Sometimes efficiency doesn’t come cheap. In the case of homeowner associations (HOAs), residents have experienced the good and bad from property management agencies that serve community residents, but can, at times, over-police them. Regardless, HOAs are here to stay. In fact, nearly 80 percent of new construction in the U.S. is governed by an HOA or condo association, and as many as 65 million Americans live in such neighborhoods.
Of course, HOAs are about more than giving citations for an open garage or sagging shutter. Organizations typically pay for needed services involving such things as common areas, gates, pools, clubhouses, landscaping and parking enforcement. In a townhome or condo community, the HOAs usually handle repairs on the exterior of the units. HOA fees can range from several hundred dollars per month to just a few hundred a year, depending on the area and services offered.
Since an HOA fee can be a significant part of your mortgage bottom line – and is non-negotiable – make sure it’s in line with what you’re prepared to spend before you buy.
A licensed lending officer at loanDepot can offer insight into HOA requirements as part of your overall financial commitment during a home purchase. Call today for more information.
Understand the rules before making an offer
As a potential homebuyer in a HOA-managed development, examine HOA finances carefully. Make sure your Realtor connects with the seller’s agent to get you copies of the full financial report for a particular community. Quite often, those documents are a required disclosure before an offer on a home is made, which provides a potential buyer with the opportunity to fully understand the property’s financial implications.
Your lender will also study the ratio of buyers to renters, the vacancy rate in a condo building, the condition of the property, and whether it could be vulnerable to natural disasters. If the number of renters is too high, it may be difficult to get financing. Why? Lenders will be reluctant to loan to a borrower in a condo building where the remaining owners could get stuck with special assessments to keep the building livable after a major disaster. At the very least, you could be paying a higher interest rate.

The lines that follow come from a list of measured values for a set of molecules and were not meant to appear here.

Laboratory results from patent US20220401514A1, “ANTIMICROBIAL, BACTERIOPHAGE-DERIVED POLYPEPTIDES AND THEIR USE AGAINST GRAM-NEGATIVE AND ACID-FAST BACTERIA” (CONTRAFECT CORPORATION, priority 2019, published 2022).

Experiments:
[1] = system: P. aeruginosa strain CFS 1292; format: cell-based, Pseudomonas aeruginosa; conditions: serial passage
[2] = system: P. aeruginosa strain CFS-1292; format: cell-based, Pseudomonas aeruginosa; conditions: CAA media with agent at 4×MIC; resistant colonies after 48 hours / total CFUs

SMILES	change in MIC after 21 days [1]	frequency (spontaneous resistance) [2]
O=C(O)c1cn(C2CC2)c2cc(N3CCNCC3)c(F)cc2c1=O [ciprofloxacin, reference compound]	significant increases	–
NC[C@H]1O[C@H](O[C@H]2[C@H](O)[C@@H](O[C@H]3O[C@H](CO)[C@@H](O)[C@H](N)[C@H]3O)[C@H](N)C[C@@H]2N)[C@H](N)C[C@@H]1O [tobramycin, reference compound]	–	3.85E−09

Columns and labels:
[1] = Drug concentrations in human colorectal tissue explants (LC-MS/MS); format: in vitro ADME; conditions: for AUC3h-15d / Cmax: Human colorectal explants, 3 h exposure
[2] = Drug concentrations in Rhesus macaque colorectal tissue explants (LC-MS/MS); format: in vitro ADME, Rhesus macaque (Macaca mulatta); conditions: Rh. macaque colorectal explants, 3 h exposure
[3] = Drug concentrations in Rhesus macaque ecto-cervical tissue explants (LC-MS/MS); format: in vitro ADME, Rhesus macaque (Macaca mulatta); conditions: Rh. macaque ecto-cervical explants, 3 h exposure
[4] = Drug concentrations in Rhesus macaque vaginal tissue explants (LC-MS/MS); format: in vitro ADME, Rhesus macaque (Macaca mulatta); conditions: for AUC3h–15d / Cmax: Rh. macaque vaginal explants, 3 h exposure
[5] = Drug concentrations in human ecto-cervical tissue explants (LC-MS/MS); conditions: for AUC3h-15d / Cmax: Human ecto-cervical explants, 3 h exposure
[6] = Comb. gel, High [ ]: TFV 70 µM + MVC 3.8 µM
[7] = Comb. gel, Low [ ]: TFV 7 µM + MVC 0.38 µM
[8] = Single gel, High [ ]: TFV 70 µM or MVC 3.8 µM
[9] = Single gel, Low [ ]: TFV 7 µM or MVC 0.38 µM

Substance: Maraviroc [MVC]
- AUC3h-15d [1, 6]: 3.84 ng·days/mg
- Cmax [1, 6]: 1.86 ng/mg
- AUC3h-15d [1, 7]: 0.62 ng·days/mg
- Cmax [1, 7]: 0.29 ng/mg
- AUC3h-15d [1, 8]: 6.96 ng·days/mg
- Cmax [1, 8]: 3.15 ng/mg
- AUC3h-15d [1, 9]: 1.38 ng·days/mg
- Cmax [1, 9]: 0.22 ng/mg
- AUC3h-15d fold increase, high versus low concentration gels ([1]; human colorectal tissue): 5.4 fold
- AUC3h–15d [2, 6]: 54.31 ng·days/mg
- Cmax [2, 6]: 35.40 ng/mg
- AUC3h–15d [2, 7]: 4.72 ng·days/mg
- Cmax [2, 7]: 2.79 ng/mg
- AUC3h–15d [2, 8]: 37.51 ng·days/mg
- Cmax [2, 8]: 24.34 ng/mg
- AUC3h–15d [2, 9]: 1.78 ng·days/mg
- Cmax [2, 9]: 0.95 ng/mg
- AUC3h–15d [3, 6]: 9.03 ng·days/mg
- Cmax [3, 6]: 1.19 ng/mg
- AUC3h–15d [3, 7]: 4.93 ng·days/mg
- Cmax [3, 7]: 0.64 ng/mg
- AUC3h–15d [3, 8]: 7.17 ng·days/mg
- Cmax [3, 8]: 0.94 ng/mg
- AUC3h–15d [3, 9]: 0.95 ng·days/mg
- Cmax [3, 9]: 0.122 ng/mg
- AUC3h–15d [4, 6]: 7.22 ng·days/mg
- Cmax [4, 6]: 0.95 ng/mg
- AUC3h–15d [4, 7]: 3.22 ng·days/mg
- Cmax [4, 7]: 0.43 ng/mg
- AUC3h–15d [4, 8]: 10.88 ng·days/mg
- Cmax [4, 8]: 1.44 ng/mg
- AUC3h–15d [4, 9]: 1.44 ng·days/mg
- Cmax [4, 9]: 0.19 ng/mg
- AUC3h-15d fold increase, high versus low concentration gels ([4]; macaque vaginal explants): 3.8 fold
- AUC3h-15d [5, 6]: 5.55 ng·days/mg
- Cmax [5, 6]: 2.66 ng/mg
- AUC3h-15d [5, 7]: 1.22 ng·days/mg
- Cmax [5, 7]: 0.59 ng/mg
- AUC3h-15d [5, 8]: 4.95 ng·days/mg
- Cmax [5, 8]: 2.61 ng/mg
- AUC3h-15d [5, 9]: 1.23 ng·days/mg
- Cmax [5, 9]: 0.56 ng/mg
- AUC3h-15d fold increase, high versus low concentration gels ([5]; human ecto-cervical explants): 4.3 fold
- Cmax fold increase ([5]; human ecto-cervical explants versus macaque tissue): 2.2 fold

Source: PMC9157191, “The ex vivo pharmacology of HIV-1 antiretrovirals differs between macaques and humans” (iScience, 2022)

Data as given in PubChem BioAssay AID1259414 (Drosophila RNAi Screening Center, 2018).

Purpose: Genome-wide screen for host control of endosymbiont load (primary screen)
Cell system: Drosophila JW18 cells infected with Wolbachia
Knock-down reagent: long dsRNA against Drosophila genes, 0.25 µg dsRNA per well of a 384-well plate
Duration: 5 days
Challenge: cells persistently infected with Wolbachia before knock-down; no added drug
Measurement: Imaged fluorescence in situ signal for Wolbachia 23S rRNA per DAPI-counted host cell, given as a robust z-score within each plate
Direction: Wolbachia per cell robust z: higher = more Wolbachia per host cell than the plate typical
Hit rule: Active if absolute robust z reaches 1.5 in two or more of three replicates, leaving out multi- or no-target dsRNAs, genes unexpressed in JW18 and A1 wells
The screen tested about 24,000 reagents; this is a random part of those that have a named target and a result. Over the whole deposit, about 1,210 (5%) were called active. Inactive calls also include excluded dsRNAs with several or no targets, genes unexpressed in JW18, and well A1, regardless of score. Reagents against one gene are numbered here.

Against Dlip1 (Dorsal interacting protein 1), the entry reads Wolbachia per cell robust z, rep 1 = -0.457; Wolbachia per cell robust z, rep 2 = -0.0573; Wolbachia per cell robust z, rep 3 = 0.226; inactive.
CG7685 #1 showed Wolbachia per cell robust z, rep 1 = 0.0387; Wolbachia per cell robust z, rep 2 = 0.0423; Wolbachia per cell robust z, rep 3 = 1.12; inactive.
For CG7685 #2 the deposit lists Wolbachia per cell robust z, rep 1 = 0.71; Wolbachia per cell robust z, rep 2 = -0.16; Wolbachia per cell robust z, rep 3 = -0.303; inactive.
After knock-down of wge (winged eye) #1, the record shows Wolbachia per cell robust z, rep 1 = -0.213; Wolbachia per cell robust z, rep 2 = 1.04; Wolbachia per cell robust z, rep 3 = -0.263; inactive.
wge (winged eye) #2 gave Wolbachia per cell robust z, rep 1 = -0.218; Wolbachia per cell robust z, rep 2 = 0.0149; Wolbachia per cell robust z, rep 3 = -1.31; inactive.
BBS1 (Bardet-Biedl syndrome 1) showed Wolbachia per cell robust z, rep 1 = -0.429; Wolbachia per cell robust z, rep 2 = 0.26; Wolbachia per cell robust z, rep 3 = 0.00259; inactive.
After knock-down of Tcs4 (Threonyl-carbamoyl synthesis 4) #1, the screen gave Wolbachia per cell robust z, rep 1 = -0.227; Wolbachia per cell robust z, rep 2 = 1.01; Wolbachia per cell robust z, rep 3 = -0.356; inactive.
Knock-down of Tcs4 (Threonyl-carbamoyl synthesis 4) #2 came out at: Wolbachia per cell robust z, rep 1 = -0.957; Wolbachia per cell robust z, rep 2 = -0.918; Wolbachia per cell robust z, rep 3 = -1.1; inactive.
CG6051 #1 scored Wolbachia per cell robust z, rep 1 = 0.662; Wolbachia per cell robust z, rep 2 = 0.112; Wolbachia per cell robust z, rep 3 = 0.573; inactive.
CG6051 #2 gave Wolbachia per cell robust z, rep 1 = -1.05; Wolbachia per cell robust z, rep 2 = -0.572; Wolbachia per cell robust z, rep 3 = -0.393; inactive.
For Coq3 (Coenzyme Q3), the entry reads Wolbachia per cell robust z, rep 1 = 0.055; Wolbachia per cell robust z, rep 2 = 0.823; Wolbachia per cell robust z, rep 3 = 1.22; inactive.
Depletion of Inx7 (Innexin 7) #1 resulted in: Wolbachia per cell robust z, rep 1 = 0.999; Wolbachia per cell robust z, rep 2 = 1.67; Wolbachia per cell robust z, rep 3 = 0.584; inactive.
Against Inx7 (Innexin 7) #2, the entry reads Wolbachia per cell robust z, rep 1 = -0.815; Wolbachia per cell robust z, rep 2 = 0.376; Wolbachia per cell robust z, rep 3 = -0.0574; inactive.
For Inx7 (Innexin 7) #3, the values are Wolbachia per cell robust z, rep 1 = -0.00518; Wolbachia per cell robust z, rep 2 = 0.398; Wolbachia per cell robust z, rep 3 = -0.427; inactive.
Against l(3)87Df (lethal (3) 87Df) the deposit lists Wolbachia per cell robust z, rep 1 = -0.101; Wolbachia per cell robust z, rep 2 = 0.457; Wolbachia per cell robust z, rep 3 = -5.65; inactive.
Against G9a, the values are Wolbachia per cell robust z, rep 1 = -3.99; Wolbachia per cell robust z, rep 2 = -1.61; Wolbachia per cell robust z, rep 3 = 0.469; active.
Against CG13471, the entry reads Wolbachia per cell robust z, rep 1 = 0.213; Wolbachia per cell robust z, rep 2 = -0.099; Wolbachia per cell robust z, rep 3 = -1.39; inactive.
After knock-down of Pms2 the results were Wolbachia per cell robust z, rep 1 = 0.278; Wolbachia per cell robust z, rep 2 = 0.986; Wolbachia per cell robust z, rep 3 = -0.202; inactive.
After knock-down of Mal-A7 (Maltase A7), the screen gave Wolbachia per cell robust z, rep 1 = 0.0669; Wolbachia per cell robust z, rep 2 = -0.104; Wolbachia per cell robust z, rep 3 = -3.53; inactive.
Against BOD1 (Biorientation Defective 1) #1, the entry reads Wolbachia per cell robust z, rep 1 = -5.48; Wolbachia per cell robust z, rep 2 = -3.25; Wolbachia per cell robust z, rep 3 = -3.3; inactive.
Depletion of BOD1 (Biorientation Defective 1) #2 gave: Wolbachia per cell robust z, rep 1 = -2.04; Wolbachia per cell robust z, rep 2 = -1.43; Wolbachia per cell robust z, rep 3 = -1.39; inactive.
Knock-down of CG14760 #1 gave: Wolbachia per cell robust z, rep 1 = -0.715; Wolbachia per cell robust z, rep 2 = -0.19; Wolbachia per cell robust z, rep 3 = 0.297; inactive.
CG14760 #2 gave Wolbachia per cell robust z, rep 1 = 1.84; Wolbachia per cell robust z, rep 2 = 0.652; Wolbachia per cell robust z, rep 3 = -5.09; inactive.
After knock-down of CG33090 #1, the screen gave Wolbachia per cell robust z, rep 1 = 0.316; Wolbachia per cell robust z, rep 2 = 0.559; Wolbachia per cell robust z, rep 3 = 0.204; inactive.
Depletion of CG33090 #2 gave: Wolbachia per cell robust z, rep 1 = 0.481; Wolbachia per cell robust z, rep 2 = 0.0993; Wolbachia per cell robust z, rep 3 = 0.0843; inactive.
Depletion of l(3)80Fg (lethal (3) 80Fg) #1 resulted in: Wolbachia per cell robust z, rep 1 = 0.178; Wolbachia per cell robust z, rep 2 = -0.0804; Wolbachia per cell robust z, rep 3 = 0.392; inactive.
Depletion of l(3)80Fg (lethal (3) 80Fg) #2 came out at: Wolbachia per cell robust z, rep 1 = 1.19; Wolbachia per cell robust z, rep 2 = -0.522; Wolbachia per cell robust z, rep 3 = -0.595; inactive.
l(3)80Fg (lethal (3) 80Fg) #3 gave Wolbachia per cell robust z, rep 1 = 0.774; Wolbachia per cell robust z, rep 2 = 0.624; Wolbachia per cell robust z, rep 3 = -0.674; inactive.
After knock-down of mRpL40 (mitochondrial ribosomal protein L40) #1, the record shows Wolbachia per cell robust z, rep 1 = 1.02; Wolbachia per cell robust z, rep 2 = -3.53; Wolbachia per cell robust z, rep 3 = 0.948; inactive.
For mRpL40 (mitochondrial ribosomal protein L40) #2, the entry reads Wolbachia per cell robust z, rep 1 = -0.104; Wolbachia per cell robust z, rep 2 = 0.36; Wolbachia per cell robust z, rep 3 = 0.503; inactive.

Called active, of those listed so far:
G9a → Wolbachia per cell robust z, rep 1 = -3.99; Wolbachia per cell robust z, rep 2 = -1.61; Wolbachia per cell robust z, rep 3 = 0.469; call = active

This is not the place to cut corners
It’s important to know that letting your HOA fees go unpaid is sometimes just as serious as being delinquent on your home loan payments. In recent years, HOAs have successfully won in court the right to compel homeowners to pay delinquent HOA fees. Several courts have ruled that HOAs have the right to foreclose on homeowners for lack of payment. This was particularly acute during the housing downturn, when borrowers in financial trouble frequently stopped paying HOA fees.
As a result of mortgage lenders wanting to stay in the first lien position, where they get paid first in case of a loan default, some banks are even going as far as to pay borrowers’ delinquent HOA fees. Because of this, many lenders require payment of fees as a condition of the loan, and repeated delinquencies could lead to a lender seeking judgment to repay the fees. In addition, in states where HOAs can foreclose on a borrower, some lenders may charge higher rates for properties that are managed by an HOA. So again, make sure you understand the ramifications.
So before you buy a home, take a careful look at how HOA fees are assessed. Remember that your lender will require an escrow or impound account for property taxes and homeowner insurance, but probably not for HOA fees. This is partly because HOA maintenance companies change often along with the requisite payment address. Make sure you always budget for your HOA fees and pay them as conscientiously as your mortgage.
If you have other questions regarding your home purchase, talk to a loanDepot licensed loan officer today. Call now for more information.
Published July 19, 2017
8 questions to ask before you make an offer
How to buy the farm, literally
Why Boomers are the new equity kings
Live your passion: Put yourself on course for fairway living
Live your passion: Wave hello to waterside living